It is being reported that William and Kate initiated the split, but we don’t know that for certain. I’m also not sure that I agree with the last sentence here. At various times, Harry has garnered more goodwill and enjoyed more popularity than William, and I don’t agree that being linked to a couple higher up in the royal hierarchy actually resonates that meaningfully with the general public, which is essentially the Royal Family’s target audience. It certainly will someday when William actually ascends the throne, but today? Less so. I would also argue that Harry and Meghan’s “international popularity” is roughly equal to that of William and Kate.
Then there’s this:
“The issue is very simple. Harry and Meghan appear to be attempting to forge a path that isn’t proper to their role. Meghan was an actress who was working very hard to become a star when she met Harry. The problem is, she took a part in a lifelong drama of which she can never be the leading lady. She chose that, and kudos to her […] She is very comfortable with the fishbowl; in fact, she has actively sought it for the entirety of her adult life. Her problem is on the other end of the spectrum, and that is she can’t advance beyond the role she has chosen.”
Harry and Meghan do appear to be forging a path, but it’s far too much of a leap to say it isn’t “proper to their role.” As I said above, we quite literally don’t what they’re doing yet. I would also go one step further and say the idea of what is “proper” is extremely nebulous given that the Royal Family hasn’t existed with this many generations in anything approaching today’s environment, and it’s widely believed Charles has big ideas on how to streamline the monarchy.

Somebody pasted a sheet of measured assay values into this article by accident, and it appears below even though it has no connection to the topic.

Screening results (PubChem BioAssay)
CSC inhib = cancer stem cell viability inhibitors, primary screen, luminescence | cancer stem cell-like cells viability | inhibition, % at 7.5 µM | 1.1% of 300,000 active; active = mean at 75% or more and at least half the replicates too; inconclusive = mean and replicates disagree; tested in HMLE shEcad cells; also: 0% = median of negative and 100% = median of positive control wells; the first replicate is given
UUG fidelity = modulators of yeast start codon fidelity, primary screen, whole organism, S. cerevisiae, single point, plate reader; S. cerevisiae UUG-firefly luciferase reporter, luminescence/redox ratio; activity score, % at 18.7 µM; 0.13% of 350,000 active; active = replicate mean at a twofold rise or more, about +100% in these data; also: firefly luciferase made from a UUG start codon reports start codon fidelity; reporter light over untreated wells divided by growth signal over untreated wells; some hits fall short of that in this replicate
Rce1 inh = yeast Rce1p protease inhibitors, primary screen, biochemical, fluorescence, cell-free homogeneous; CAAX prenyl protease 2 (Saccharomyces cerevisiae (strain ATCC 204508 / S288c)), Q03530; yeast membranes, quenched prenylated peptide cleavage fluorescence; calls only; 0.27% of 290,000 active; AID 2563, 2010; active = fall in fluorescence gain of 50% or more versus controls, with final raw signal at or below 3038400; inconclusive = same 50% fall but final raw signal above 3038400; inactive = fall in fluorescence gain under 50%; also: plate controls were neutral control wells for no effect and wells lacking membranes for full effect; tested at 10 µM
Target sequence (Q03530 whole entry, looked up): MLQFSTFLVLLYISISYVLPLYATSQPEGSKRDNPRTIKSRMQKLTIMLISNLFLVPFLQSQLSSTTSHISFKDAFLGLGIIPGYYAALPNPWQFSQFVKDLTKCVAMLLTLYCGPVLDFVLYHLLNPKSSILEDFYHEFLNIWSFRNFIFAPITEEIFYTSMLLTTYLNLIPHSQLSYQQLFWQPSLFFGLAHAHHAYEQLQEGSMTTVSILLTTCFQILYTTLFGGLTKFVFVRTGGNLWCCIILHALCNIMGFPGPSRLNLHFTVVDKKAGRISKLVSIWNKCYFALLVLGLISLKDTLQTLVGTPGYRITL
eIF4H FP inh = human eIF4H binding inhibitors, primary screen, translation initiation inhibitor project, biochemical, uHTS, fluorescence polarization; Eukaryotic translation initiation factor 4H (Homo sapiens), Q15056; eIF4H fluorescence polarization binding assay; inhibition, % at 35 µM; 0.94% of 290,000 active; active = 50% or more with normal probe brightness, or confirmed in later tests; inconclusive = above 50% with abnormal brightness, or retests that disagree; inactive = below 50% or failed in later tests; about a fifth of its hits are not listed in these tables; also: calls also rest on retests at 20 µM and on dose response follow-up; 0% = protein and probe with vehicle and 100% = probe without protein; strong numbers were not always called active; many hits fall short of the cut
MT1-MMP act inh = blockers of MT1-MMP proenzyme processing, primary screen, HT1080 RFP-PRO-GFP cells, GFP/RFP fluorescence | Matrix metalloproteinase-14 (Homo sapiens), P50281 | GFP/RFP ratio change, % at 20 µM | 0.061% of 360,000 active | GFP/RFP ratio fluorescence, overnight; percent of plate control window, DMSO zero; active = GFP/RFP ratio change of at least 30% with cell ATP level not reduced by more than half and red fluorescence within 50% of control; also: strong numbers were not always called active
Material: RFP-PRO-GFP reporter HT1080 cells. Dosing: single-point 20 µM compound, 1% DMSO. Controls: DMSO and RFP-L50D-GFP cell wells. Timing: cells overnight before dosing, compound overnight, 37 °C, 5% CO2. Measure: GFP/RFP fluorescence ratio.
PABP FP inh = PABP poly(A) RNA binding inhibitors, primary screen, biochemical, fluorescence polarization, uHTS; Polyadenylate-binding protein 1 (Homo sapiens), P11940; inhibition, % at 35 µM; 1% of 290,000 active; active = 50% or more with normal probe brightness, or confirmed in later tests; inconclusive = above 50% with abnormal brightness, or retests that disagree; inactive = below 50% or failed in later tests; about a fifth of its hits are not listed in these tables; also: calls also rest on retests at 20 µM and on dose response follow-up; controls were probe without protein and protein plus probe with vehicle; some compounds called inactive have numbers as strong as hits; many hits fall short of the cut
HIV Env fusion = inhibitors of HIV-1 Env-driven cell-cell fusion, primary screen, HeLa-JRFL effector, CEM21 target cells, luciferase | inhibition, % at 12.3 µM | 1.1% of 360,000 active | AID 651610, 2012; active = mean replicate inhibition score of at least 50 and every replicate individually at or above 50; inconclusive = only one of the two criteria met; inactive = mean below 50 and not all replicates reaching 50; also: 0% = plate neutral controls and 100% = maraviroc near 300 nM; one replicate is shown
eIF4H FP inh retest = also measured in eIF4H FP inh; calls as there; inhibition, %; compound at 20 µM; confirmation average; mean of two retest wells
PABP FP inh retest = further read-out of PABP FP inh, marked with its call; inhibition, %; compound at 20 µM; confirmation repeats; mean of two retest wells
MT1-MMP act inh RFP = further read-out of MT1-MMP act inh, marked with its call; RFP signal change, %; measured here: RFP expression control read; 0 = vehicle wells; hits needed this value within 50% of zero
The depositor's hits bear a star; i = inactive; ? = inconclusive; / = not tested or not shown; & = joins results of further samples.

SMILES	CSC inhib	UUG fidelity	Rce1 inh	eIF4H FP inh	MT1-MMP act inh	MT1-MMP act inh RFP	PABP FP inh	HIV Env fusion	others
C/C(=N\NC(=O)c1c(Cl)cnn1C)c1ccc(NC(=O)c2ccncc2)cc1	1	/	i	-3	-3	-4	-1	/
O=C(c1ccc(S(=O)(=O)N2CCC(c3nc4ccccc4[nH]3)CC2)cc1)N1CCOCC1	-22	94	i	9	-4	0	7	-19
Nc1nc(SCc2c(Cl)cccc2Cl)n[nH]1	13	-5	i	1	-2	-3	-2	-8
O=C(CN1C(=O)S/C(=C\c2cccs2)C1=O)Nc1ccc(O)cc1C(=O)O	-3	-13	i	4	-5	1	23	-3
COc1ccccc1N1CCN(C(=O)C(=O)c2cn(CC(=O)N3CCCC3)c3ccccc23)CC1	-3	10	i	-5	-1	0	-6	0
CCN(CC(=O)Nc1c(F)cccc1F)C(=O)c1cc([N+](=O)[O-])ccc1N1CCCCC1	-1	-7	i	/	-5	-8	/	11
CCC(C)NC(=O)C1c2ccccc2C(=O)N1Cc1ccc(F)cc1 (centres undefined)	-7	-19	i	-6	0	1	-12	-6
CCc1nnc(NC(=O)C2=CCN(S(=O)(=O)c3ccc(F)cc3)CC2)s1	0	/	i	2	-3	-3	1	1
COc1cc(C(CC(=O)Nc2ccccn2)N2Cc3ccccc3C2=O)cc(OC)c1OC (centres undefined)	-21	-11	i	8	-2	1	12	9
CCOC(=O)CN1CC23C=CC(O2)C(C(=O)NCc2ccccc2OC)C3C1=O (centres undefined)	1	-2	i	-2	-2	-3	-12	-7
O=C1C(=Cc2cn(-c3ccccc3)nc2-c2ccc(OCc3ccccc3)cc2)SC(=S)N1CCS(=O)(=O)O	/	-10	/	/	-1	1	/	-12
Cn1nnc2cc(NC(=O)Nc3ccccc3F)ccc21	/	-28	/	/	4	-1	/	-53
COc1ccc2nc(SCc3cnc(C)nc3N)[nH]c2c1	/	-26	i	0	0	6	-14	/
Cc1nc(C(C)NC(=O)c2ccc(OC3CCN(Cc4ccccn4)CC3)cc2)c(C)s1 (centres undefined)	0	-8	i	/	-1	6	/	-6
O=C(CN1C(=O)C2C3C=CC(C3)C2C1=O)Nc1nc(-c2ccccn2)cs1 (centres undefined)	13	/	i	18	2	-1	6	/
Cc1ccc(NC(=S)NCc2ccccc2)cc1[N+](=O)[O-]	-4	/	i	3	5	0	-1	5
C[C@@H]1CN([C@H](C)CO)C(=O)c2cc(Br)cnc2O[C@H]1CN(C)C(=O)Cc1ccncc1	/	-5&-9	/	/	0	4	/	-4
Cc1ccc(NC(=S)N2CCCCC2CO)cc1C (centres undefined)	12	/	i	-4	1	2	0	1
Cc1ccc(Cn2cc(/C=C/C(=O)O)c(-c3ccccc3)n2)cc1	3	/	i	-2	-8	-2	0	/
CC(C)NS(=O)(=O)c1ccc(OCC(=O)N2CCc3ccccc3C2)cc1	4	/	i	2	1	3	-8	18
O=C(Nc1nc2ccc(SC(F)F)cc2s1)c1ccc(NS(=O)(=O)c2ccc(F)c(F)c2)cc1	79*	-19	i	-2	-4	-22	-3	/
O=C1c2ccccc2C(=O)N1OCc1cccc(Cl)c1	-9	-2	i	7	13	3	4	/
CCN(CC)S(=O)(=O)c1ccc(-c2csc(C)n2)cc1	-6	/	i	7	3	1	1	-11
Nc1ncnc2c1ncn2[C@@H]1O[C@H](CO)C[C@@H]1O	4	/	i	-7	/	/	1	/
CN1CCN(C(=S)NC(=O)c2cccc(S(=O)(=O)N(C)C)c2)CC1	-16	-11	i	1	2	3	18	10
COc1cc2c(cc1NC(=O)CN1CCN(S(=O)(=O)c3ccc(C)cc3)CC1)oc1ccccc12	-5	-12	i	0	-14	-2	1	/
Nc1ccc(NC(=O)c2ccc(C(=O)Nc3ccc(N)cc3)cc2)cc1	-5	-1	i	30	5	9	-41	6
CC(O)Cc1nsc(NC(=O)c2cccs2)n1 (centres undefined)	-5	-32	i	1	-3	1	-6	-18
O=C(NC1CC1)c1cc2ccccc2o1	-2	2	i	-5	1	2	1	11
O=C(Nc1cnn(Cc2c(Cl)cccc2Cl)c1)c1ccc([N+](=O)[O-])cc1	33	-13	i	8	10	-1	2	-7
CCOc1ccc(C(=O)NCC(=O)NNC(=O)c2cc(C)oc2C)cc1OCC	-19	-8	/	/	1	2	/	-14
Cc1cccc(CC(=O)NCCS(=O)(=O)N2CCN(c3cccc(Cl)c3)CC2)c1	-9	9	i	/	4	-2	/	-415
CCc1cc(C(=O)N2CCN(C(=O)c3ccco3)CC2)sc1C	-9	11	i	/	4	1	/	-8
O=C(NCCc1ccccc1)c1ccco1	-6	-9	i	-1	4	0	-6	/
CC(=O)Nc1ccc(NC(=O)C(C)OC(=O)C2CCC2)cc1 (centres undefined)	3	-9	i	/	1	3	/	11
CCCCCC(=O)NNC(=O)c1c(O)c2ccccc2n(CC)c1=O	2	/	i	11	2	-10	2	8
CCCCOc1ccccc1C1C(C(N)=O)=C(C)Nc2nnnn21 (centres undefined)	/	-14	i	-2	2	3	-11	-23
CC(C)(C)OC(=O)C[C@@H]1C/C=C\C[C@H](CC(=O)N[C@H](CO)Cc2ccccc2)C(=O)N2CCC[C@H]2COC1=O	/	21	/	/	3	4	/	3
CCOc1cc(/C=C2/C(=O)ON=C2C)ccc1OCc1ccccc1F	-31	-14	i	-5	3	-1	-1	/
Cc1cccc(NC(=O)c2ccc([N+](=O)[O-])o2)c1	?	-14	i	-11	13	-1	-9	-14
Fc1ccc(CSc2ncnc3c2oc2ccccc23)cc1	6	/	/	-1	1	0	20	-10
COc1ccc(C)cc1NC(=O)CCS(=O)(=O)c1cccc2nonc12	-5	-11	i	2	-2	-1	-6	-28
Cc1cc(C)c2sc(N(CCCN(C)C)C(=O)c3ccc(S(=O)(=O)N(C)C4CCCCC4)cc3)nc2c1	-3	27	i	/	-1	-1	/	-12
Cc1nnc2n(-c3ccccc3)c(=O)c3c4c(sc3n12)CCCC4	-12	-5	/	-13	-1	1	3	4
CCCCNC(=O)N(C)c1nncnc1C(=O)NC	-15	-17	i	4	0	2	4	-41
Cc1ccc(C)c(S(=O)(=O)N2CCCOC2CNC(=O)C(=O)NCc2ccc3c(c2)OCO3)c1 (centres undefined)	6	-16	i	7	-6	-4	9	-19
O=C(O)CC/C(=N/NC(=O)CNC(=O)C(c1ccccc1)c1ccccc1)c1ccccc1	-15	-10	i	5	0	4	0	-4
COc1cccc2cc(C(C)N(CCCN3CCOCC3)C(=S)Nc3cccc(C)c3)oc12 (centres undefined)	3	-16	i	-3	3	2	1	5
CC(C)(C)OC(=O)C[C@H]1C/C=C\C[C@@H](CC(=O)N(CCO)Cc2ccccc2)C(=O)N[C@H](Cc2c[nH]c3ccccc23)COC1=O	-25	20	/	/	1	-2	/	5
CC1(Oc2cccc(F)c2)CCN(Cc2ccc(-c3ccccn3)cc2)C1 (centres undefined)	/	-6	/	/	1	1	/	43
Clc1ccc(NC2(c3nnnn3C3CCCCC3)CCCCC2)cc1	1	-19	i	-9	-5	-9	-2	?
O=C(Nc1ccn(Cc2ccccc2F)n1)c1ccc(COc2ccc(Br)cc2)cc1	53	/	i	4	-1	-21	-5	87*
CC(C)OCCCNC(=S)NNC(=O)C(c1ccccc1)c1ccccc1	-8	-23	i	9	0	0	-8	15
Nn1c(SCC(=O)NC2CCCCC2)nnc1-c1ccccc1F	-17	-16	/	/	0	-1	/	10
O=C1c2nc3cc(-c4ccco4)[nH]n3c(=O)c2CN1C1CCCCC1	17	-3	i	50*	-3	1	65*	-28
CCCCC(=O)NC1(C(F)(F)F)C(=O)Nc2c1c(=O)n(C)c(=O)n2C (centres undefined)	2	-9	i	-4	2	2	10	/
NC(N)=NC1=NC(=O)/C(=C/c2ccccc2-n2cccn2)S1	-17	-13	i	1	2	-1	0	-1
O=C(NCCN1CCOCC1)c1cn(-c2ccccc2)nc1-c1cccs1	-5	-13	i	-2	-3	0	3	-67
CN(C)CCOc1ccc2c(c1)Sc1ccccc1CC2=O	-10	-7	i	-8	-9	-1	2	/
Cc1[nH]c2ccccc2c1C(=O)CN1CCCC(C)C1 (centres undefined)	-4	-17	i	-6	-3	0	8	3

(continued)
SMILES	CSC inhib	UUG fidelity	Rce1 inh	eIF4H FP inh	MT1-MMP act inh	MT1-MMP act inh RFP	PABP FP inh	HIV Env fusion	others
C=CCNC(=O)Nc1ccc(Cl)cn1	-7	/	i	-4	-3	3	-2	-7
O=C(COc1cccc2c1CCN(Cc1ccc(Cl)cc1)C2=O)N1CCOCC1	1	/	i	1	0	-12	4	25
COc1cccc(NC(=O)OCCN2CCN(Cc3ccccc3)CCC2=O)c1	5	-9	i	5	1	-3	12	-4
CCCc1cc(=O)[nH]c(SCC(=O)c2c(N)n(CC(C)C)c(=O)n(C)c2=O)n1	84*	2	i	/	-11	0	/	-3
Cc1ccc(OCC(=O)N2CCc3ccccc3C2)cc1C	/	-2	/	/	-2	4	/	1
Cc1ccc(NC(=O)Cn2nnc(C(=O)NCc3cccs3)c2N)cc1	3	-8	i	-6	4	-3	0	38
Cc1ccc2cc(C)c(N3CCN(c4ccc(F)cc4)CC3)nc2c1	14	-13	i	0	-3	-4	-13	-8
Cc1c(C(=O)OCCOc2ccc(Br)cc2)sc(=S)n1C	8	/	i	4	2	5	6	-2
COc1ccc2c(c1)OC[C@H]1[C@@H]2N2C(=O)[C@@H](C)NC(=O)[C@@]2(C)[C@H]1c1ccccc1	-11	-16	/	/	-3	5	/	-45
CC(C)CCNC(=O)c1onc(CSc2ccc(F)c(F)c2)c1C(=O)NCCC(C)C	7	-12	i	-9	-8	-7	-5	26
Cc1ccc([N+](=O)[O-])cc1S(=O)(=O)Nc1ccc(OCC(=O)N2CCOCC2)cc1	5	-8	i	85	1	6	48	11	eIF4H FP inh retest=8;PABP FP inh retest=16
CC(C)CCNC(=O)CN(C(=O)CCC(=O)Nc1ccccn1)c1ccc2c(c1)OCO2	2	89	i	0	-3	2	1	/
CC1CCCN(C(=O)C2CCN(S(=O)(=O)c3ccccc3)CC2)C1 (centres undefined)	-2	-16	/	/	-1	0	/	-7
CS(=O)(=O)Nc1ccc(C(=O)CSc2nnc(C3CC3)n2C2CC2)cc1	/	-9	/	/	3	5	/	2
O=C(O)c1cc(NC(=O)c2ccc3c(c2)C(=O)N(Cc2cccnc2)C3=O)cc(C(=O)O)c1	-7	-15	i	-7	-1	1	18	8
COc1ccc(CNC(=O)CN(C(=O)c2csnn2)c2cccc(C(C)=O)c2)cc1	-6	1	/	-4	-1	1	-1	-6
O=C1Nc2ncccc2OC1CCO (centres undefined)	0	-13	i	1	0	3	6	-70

My other issue with this is that it puts a lot of the burden on Meghan. If we accept for the moment that the Sussexes are attempting to carve out an island of stardom for themselves, well, Harry is one-half of that duo. In my opinion, nothing about Meghan’s actual behavior indicates she wants to be the “leading lady” in the House of Windsor at the expense of, say, Camilla or Kate.
And then this:
“As I mentioned in my earlier post, a global Sussex brand isn’t what the monarchy is about. There is no global York brand, or global Princess Anne brand. The royals who aren’t in direct line play supporting roles…forever.”
Again, we don’t know there is a “global Sussex brand.” Andrew, Anne, and Edward (as well as Edward’s wife, Sophie) all do plenty of work abroad, of which there is plentiful evidence (including that cited in the MAM post lined above). The big difference here is that Harry and Meghan are on track to enjoy greater sustained popularity than the rest of the Queen’s children. Star power within the Royal Family wasn’t invented by the House of Windsor, or by this generation. It’s a tool and a boon, and it’s the responsibility of the monarch and his or her staff to leverage it effectively in a way that enhances the institution and benefits the British public and Commonwealth.
I would argue that this re-shuffling – as well as the fact they’ve eschewed a title for Archie – is evidence that they’re well-aware of what their role is, and are preparing themselves accordingly.